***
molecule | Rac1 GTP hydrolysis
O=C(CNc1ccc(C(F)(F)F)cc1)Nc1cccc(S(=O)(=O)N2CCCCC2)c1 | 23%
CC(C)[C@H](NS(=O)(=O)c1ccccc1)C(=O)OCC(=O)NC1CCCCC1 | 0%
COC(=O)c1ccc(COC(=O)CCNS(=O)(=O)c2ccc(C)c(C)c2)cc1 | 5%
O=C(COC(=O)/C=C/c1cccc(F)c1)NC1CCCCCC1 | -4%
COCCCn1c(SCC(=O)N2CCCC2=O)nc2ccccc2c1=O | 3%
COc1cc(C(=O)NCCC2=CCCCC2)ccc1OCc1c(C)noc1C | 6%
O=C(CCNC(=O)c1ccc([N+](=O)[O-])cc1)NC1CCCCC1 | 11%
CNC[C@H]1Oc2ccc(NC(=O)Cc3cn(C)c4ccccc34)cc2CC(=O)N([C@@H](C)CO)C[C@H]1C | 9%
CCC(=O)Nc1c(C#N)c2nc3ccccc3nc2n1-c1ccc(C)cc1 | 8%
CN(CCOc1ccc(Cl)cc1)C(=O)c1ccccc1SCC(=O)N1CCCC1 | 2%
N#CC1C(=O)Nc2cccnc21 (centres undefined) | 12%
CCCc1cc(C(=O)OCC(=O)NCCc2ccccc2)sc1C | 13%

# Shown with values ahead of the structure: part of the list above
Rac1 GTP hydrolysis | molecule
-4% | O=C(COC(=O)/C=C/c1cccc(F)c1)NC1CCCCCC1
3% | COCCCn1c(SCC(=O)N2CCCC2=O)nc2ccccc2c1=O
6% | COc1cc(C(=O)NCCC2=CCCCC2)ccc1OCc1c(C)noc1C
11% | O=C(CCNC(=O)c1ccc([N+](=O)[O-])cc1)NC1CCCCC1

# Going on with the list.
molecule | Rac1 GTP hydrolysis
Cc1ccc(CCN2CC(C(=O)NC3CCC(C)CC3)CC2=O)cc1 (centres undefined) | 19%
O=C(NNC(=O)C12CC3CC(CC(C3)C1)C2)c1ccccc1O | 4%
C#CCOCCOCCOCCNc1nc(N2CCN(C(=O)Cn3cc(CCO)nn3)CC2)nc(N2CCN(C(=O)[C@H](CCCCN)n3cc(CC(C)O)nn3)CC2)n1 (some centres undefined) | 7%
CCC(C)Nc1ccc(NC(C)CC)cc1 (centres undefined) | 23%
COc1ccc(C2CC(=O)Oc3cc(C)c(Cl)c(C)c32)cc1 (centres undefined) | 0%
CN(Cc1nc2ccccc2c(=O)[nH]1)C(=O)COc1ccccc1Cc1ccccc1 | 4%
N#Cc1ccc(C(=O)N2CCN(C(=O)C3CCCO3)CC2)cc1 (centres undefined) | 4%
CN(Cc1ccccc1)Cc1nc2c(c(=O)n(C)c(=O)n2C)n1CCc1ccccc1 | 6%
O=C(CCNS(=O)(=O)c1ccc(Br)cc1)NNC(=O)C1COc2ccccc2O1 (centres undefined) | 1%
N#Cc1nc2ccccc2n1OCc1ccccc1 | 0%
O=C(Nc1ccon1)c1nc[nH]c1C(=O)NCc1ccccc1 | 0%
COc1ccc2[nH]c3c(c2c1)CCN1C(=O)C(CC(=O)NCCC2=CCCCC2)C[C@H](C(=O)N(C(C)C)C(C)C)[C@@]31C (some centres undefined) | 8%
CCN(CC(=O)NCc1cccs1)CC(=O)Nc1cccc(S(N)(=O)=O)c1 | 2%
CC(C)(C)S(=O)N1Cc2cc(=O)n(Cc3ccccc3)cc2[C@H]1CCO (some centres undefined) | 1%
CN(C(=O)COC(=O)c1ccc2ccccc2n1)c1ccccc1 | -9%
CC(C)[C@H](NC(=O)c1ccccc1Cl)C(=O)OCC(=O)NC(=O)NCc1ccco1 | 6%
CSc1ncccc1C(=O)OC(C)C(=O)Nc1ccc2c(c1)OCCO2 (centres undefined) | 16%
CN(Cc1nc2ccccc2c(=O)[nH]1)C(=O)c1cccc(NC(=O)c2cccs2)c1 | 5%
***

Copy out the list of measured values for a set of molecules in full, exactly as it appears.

molecule | Rac1 GTP hydrolysis
O=C(CNc1ccc(C(F)(F)F)cc1)Nc1cccc(S(=O)(=O)N2CCCCC2)c1 | 23%
CC(C)[C@H](NS(=O)(=O)c1ccccc1)C(=O)OCC(=O)NC1CCCCC1 | 0%
COC(=O)c1ccc(COC(=O)CCNS(=O)(=O)c2ccc(C)c(C)c2)cc1 | 5%
O=C(COC(=O)/C=C/c1cccc(F)c1)NC1CCCCCC1 | -4%
COCCCn1c(SCC(=O)N2CCCC2=O)nc2ccccc2c1=O | 3%
COc1cc(C(=O)NCCC2=CCCCC2)ccc1OCc1c(C)noc1C | 6%
O=C(CCNC(=O)c1ccc([N+](=O)[O-])cc1)NC1CCCCC1 | 11%
CNC[C@H]1Oc2ccc(NC(=O)Cc3cn(C)c4ccccc34)cc2CC(=O)N([C@@H](C)CO)C[C@H]1C | 9%
CCC(=O)Nc1c(C#N)c2nc3ccccc3nc2n1-c1ccc(C)cc1 | 8%
CN(CCOc1ccc(Cl)cc1)C(=O)c1ccccc1SCC(=O)N1CCCC1 | 2%
N#CC1C(=O)Nc2cccnc21 (centres undefined) | 12%
CCCc1cc(C(=O)OCC(=O)NCCc2ccccc2)sc1C | 13%

# Shown with values ahead of the structure: part of the list above
Rac1 GTP hydrolysis | molecule
-4% | O=C(COC(=O)/C=C/c1cccc(F)c1)NC1CCCCCC1
3% | COCCCn1c(SCC(=O)N2CCCC2=O)nc2ccccc2c1=O
6% | COc1cc(C(=O)NCCC2=CCCCC2)ccc1OCc1c(C)noc1C
11% | O=C(CCNC(=O)c1ccc([N+](=O)[O-])cc1)NC1CCCCC1

# Going on with the list.
molecule | Rac1 GTP hydrolysis
Cc1ccc(CCN2CC(C(=O)NC3CCC(C)CC3)CC2=O)cc1 (centres undefined) | 19%
O=C(NNC(=O)C12CC3CC(CC(C3)C1)C2)c1ccccc1O | 4%
C#CCOCCOCCOCCNc1nc(N2CCN(C(=O)Cn3cc(CCO)nn3)CC2)nc(N2CCN(C(=O)[C@H](CCCCN)n3cc(CC(C)O)nn3)CC2)n1 (some centres undefined) | 7%
CCC(C)Nc1ccc(NC(C)CC)cc1 (centres undefined) | 23%
COc1ccc(C2CC(=O)Oc3cc(C)c(Cl)c(C)c32)cc1 (centres undefined) | 0%
CN(Cc1nc2ccccc2c(=O)[nH]1)C(=O)COc1ccccc1Cc1ccccc1 | 4%
N#Cc1ccc(C(=O)N2CCN(C(=O)C3CCCO3)CC2)cc1 (centres undefined) | 4%
CN(Cc1ccccc1)Cc1nc2c(c(=O)n(C)c(=O)n2C)n1CCc1ccccc1 | 6%
O=C(CCNS(=O)(=O)c1ccc(Br)cc1)NNC(=O)C1COc2ccccc2O1 (centres undefined) | 1%
N#Cc1nc2ccccc2n1OCc1ccccc1 | 0%
O=C(Nc1ccon1)c1nc[nH]c1C(=O)NCc1ccccc1 | 0%
COc1ccc2[nH]c3c(c2c1)CCN1C(=O)C(CC(=O)NCCC2=CCCCC2)C[C@H](C(=O)N(C(C)C)C(C)C)[C@@]31C (some centres undefined) | 8%
CCN(CC(=O)NCc1cccs1)CC(=O)Nc1cccc(S(N)(=O)=O)c1 | 2%
CC(C)(C)S(=O)N1Cc2cc(=O)n(Cc3ccccc3)cc2[C@H]1CCO (some centres undefined) | 1%
CN(C(=O)COC(=O)c1ccc2ccccc2n1)c1ccccc1 | -9%
CC(C)[C@H](NC(=O)c1ccccc1Cl)C(=O)OCC(=O)NC(=O)NCc1ccco1 | 6%
CSc1ncccc1C(=O)OC(C)C(=O)Nc1ccc2c(c1)OCCO2 (centres undefined) | 16%
CN(Cc1nc2ccccc2c(=O)[nH]1)C(=O)c1cccc(NC(=O)c2cccs2)c1 | 5%